From Bristol he moved on to Fishponds about five miles from the city and established the first Bethel branch in an old disreputable chapel, which was then used as a warehouse. The next branch was opened at Worcester after a successful campaign. At Gloucester in 1929, he had a hard fight. After three weeks the congregation increased from six to sixty and the campaign was £119 in debt. Many advised him to close the campaign, but he was determined to carry on. His efforts were rewarded in the following days as three of the largest halls in the town were inadequate to hold the crowds. At the close of the campaign at Luton he and his colleagues founded the ‘Bethel Crusaders’ designed to link the young people in the crusades, giving them suitable training for aggressive evangelism.

One newspaper describing the scene at the Newport campaign, said at the close of the meeting that a table was laden with twisted wooden instruments, cast aside by the people who were healed, and it looked like a shop where surgical appliances were sold. A special staff had to be engaged at Birmingham to deal with the letters that poured in daily. Snowstorms did nothing to abate the enthusiasm and people waited from six in the morning to be in time for the evening service – and this in the middle of winter. Clearly when God is moving people will endure anything to be where He is at work!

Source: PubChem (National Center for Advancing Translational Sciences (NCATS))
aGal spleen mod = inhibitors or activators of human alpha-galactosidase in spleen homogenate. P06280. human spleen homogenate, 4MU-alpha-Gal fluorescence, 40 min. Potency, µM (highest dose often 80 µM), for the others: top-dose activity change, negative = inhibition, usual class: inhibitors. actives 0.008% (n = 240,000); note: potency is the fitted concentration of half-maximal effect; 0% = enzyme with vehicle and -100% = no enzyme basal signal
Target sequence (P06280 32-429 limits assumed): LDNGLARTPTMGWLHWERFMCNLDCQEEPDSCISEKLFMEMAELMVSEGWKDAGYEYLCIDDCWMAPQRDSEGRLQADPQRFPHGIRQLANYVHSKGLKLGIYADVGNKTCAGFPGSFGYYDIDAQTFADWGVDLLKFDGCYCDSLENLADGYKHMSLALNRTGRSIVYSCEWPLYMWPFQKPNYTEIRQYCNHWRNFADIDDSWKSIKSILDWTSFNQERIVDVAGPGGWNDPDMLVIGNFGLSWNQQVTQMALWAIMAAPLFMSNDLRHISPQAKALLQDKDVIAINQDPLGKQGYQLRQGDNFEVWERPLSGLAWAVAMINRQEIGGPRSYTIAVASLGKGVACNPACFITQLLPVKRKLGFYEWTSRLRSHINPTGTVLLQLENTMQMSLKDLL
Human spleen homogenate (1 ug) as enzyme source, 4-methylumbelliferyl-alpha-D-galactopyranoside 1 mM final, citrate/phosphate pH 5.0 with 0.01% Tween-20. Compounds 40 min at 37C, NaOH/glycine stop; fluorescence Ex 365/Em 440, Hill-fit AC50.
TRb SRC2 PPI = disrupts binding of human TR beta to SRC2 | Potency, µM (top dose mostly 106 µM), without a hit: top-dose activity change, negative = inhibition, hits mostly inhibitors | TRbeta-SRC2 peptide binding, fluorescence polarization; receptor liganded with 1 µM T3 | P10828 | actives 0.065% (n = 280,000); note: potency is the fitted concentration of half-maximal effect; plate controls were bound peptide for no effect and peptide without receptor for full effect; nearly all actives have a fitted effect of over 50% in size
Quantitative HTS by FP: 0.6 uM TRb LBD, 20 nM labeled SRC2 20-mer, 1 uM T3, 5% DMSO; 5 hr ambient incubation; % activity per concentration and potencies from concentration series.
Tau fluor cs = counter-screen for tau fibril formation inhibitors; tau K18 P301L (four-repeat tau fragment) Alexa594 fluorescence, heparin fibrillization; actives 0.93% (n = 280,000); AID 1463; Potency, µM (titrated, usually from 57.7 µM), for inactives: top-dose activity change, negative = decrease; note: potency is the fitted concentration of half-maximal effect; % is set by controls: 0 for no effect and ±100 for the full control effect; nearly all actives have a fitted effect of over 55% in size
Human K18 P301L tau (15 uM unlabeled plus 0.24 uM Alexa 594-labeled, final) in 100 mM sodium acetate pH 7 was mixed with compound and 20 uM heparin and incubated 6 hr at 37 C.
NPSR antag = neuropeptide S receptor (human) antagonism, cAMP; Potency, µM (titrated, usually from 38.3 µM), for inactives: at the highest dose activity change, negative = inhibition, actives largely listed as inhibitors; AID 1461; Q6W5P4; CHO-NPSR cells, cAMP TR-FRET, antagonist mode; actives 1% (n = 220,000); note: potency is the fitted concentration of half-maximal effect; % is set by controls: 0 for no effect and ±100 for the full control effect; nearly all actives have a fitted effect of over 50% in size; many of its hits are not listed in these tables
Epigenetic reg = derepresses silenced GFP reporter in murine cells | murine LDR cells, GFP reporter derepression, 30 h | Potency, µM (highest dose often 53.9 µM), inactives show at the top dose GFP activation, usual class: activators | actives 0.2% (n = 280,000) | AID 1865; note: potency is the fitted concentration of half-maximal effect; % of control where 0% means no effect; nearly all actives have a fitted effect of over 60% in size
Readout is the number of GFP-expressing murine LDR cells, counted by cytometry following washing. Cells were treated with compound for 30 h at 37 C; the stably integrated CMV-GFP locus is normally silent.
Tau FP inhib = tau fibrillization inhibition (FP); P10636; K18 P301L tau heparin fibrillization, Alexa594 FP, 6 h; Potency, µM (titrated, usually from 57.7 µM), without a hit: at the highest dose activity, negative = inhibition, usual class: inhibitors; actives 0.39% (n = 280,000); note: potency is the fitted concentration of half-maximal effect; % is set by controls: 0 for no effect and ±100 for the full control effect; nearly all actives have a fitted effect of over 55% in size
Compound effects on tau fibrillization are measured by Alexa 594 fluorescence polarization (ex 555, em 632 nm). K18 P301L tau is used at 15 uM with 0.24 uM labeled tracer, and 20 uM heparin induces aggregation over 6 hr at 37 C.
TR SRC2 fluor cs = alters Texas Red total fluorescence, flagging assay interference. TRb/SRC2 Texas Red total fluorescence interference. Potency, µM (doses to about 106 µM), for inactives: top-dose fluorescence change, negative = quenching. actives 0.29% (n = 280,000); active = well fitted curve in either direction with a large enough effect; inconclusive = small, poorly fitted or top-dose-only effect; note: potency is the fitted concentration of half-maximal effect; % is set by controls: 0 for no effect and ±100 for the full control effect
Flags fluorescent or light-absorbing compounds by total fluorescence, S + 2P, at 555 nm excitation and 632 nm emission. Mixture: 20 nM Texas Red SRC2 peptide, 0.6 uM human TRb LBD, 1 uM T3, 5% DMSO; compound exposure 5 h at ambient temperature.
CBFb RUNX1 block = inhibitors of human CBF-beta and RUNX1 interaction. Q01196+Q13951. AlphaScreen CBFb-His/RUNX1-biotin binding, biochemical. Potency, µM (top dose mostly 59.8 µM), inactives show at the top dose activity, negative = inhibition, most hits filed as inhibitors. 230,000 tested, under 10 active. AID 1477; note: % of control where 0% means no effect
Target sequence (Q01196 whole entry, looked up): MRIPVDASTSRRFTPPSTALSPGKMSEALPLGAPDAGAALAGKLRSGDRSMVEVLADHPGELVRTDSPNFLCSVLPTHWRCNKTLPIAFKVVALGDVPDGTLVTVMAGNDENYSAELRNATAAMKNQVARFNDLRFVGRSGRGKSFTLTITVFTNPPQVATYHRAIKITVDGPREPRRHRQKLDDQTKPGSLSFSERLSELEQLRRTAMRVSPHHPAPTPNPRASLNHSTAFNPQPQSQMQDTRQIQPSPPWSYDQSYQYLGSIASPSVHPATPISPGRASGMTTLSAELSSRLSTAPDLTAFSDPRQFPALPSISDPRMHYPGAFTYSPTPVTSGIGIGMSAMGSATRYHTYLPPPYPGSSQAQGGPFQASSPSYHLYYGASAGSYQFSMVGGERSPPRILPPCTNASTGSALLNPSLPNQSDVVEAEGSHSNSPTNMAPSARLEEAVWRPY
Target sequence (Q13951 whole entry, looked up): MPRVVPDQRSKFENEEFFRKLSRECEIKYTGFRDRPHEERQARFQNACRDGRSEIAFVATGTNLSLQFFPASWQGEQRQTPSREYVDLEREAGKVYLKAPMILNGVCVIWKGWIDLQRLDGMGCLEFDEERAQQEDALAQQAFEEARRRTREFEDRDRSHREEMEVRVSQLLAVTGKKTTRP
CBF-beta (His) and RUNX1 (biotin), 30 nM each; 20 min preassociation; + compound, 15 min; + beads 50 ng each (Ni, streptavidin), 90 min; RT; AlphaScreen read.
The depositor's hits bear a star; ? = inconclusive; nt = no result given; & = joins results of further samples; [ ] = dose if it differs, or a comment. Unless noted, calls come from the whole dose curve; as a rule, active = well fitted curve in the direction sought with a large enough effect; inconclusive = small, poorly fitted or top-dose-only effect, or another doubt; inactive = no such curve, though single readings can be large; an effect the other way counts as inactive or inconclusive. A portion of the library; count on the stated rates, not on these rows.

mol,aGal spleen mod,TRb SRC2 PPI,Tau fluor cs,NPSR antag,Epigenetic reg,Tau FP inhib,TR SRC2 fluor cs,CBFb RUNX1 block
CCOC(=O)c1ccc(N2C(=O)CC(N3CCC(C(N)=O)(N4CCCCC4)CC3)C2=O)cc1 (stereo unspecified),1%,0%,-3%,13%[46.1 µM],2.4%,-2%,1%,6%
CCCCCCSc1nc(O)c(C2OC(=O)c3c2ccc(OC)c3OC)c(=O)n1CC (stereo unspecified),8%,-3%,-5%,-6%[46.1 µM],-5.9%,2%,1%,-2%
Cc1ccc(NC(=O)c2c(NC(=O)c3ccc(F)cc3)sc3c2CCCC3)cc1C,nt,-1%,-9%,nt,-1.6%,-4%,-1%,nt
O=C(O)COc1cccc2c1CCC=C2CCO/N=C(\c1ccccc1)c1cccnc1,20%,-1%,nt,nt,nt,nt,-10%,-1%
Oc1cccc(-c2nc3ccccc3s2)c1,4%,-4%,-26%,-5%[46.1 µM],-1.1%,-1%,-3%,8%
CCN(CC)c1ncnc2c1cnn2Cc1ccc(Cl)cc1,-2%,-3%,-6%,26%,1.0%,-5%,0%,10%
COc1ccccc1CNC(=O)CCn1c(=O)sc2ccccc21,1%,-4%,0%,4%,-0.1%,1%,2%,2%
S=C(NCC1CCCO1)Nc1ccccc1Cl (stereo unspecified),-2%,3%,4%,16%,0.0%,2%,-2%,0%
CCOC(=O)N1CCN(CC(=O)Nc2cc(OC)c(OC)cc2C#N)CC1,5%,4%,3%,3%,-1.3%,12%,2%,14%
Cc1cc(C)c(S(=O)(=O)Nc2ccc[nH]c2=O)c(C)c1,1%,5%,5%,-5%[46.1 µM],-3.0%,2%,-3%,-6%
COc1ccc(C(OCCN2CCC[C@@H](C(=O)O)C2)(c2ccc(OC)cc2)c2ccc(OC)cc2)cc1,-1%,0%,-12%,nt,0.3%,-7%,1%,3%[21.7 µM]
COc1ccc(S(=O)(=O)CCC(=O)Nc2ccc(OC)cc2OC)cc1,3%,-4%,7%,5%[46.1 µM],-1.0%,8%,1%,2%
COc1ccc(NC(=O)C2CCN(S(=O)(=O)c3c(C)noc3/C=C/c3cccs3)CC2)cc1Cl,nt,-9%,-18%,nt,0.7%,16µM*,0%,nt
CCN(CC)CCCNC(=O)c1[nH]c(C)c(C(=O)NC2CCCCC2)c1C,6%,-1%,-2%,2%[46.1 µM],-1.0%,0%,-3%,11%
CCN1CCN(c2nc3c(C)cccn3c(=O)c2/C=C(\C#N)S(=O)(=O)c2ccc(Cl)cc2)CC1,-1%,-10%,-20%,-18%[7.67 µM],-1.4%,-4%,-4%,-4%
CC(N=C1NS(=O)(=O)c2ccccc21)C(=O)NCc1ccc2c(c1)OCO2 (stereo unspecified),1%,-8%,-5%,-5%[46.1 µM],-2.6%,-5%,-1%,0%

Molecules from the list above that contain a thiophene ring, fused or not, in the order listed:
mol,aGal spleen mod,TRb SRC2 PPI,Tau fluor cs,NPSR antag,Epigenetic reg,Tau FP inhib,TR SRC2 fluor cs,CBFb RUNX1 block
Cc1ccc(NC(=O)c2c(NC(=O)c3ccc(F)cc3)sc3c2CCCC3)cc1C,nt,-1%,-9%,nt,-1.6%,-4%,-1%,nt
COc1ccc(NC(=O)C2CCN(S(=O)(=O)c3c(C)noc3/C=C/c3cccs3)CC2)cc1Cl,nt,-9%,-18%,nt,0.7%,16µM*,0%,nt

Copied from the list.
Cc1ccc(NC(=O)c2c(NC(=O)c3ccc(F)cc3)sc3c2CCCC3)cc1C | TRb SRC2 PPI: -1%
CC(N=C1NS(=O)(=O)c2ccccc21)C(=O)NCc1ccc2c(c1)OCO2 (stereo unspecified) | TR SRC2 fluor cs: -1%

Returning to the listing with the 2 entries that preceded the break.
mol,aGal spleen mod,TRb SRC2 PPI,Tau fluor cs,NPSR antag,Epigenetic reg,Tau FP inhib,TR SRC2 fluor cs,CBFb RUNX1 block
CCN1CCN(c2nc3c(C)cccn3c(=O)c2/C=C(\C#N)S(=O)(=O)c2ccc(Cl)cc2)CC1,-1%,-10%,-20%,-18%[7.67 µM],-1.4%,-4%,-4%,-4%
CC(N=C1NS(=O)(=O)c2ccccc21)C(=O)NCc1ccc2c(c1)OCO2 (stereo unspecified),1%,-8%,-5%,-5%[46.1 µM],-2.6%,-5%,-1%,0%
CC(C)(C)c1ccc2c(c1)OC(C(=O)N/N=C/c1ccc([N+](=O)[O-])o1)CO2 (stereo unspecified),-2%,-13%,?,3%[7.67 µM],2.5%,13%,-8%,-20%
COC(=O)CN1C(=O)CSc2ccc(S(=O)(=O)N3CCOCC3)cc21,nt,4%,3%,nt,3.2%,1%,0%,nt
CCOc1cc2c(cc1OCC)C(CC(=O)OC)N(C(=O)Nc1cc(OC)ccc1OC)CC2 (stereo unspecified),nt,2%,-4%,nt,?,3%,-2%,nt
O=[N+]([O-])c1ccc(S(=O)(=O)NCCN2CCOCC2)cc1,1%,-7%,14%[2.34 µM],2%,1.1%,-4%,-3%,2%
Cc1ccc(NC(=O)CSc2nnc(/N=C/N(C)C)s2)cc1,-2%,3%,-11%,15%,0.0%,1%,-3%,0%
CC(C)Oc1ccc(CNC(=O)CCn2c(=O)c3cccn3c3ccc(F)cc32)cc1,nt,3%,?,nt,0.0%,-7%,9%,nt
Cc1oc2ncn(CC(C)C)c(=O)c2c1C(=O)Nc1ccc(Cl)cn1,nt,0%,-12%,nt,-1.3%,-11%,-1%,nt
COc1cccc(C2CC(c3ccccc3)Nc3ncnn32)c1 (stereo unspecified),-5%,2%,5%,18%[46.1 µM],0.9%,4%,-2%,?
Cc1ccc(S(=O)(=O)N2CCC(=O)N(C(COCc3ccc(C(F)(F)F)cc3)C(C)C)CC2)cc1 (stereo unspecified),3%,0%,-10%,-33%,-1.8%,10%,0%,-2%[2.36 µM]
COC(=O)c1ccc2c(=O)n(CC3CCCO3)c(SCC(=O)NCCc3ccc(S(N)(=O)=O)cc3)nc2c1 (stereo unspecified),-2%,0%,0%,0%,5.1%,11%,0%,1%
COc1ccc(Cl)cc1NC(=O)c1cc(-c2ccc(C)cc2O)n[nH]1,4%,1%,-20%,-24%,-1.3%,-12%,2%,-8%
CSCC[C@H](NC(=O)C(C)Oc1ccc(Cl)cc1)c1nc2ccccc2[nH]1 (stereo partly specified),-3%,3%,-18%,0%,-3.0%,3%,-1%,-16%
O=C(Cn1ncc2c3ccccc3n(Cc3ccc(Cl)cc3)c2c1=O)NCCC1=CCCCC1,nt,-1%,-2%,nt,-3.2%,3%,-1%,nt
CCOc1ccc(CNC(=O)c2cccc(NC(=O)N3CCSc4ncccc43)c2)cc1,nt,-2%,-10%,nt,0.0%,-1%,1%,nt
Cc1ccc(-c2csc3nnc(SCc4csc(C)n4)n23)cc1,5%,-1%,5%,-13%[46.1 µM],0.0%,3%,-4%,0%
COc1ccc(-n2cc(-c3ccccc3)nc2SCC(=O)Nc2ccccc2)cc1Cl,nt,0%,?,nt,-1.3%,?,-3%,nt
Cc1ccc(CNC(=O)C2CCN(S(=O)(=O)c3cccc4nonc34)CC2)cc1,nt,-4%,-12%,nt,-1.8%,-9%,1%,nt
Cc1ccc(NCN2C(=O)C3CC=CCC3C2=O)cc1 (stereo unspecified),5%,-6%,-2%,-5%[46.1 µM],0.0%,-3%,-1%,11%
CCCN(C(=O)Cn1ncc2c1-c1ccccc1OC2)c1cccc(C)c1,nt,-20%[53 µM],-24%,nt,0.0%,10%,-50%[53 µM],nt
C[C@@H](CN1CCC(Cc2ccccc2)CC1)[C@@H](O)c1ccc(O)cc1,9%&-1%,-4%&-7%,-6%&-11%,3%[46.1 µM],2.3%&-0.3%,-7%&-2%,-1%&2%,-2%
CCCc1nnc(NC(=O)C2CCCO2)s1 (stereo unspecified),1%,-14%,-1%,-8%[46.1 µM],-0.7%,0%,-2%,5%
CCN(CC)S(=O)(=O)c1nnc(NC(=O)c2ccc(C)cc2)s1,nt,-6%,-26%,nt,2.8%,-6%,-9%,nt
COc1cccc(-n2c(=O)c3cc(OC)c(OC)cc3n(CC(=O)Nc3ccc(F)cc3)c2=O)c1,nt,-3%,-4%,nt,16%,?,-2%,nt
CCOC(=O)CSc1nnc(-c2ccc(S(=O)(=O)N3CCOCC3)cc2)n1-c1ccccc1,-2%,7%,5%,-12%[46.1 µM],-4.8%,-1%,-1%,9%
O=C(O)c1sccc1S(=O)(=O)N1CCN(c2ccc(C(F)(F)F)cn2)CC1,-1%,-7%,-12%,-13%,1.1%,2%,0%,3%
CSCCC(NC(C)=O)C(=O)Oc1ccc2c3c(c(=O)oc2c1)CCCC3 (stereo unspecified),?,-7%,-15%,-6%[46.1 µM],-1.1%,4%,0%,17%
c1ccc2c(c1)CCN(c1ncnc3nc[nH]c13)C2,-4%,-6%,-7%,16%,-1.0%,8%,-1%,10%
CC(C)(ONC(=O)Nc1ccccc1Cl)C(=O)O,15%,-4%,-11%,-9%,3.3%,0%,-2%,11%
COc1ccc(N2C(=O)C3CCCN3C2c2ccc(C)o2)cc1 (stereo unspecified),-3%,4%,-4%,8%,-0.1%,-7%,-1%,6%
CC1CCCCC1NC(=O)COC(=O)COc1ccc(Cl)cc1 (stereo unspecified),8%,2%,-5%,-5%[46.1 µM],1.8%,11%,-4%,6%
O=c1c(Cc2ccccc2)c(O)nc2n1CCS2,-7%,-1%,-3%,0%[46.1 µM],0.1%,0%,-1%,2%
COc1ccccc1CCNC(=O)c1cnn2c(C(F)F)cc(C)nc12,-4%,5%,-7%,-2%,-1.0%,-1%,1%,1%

Following on from this he invaded the Potteries and received a temporary setback when the local halls were closed against them, but eventually the Hanley Council removed the ban and the campaign carried on with the success met everywhere. He remarked that "the persecution we have suffered has only served to advance our cause." When the campaign concluded there were three meetings during the day and the attendance estimated at 10,000 people. In this campaign he addressed about 100,000 people. The revival tide rolled on through the cotton towns of Lancashire and in many of them Bethel churches were formed.